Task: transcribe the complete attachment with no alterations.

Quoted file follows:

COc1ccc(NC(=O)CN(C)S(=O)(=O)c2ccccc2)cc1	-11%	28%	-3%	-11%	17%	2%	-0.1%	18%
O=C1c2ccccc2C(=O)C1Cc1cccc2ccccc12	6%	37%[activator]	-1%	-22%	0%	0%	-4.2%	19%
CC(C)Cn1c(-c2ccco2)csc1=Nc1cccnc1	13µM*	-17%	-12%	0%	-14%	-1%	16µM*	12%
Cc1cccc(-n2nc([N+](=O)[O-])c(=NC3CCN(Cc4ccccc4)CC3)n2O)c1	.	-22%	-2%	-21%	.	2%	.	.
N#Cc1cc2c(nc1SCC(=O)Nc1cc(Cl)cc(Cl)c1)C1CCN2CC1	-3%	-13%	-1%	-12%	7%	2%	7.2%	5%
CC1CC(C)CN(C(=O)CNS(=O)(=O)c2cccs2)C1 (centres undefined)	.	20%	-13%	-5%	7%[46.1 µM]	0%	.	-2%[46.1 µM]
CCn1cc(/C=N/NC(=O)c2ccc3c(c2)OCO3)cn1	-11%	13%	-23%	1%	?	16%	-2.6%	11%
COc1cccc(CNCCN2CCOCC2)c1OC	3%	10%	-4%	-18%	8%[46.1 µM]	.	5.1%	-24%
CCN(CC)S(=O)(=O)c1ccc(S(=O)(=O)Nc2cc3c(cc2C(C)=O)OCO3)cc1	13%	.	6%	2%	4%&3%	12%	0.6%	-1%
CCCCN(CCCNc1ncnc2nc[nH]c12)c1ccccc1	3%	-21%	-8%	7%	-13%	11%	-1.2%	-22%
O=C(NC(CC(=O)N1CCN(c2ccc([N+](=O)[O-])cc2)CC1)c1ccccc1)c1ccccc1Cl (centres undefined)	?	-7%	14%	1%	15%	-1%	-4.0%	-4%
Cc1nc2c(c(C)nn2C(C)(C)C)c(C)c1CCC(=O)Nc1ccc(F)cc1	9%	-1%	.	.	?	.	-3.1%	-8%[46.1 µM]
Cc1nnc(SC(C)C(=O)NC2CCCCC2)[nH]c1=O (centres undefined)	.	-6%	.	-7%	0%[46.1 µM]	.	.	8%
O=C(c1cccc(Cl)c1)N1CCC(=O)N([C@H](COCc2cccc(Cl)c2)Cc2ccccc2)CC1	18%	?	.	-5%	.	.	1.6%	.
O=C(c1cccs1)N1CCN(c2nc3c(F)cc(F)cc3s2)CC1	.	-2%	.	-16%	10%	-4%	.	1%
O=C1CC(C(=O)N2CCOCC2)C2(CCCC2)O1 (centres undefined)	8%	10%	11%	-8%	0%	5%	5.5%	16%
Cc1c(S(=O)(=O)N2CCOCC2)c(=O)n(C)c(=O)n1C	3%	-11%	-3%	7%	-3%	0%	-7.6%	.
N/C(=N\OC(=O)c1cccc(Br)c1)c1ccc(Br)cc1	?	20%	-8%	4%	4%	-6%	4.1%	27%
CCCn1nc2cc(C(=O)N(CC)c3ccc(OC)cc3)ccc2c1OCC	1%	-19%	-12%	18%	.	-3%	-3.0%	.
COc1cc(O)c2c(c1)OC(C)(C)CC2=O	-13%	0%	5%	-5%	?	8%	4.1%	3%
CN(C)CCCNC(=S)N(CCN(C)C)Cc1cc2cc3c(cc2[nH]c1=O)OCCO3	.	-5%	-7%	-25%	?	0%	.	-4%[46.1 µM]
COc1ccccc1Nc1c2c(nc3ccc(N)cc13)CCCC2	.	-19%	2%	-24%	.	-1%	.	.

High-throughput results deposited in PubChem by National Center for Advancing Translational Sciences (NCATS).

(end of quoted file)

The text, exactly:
COc1ccc(NC(=O)CN(C)S(=O)(=O)c2ccccc2)cc1	-11%	28%	-3%	-11%	17%	2%	-0.1%	18%
O=C1c2ccccc2C(=O)C1Cc1cccc2ccccc12	6%	37%[activator]	-1%	-22%	0%	0%	-4.2%	19%
CC(C)Cn1c(-c2ccco2)csc1=Nc1cccnc1	13µM*	-17%	-12%	0%	-14%	-1%	16µM*	12%
Cc1cccc(-n2nc([N+](=O)[O-])c(=NC3CCN(Cc4ccccc4)CC3)n2O)c1	.	-22%	-2%	-21%	.	2%	.	.
N#Cc1cc2c(nc1SCC(=O)Nc1cc(Cl)cc(Cl)c1)C1CCN2CC1	-3%	-13%	-1%	-12%	7%	2%	7.2%	5%
CC1CC(C)CN(C(=O)CNS(=O)(=O)c2cccs2)C1 (centres undefined)	.	20%	-13%	-5%	7%[46.1 µM]	0%	.	-2%[46.1 µM]
CCn1cc(/C=N/NC(=O)c2ccc3c(c2)OCO3)cn1	-11%	13%	-23%	1%	?	16%	-2.6%	11%
COc1cccc(CNCCN2CCOCC2)c1OC	3%	10%	-4%	-18%	8%[46.1 µM]	.	5.1%	-24%
CCN(CC)S(=O)(=O)c1ccc(S(=O)(=O)Nc2cc3c(cc2C(C)=O)OCO3)cc1	13%	.	6%	2%	4%&3%	12%	0.6%	-1%
CCCCN(CCCNc1ncnc2nc[nH]c12)c1ccccc1	3%	-21%	-8%	7%	-13%	11%	-1.2%	-22%
O=C(NC(CC(=O)N1CCN(c2ccc([N+](=O)[O-])cc2)CC1)c1ccccc1)c1ccccc1Cl (centres undefined)	?	-7%	14%	1%	15%	-1%	-4.0%	-4%
Cc1nc2c(c(C)nn2C(C)(C)C)c(C)c1CCC(=O)Nc1ccc(F)cc1	9%	-1%	.	.	?	.	-3.1%	-8%[46.1 µM]
Cc1nnc(SC(C)C(=O)NC2CCCCC2)[nH]c1=O (centres undefined)	.	-6%	.	-7%	0%[46.1 µM]	.	.	8%
O=C(c1cccc(Cl)c1)N1CCC(=O)N([C@H](COCc2cccc(Cl)c2)Cc2ccccc2)CC1	18%	?	.	-5%	.	.	1.6%	.
O=C(c1cccs1)N1CCN(c2nc3c(F)cc(F)cc3s2)CC1	.	-2%	.	-16%	10%	-4%	.	1%
O=C1CC(C(=O)N2CCOCC2)C2(CCCC2)O1 (centres undefined)	8%	10%	11%	-8%	0%	5%	5.5%	16%
Cc1c(S(=O)(=O)N2CCOCC2)c(=O)n(C)c(=O)n1C	3%	-11%	-3%	7%	-3%	0%	-7.6%	.
N/C(=N\OC(=O)c1cccc(Br)c1)c1ccc(Br)cc1	?	20%	-8%	4%	4%	-6%	4.1%	27%
CCCn1nc2cc(C(=O)N(CC)c3ccc(OC)cc3)ccc2c1OCC	1%	-19%	-12%	18%	.	-3%	-3.0%	.
COc1cc(O)c2c(c1)OC(C)(C)CC2=O	-13%	0%	5%	-5%	?	8%	4.1%	3%
CN(C)CCCNC(=S)N(CCN(C)C)Cc1cc2cc3c(cc2[nH]c1=O)OCCO3	.	-5%	-7%	-25%	?	0%	.	-4%[46.1 µM]
COc1ccccc1Nc1c2c(nc3ccc(N)cc13)CCCC2	.	-19%	2%	-24%	.	-1%	.	.

High-throughput results deposited in PubChem by National Center for Advancing Translational Sciences (NCATS).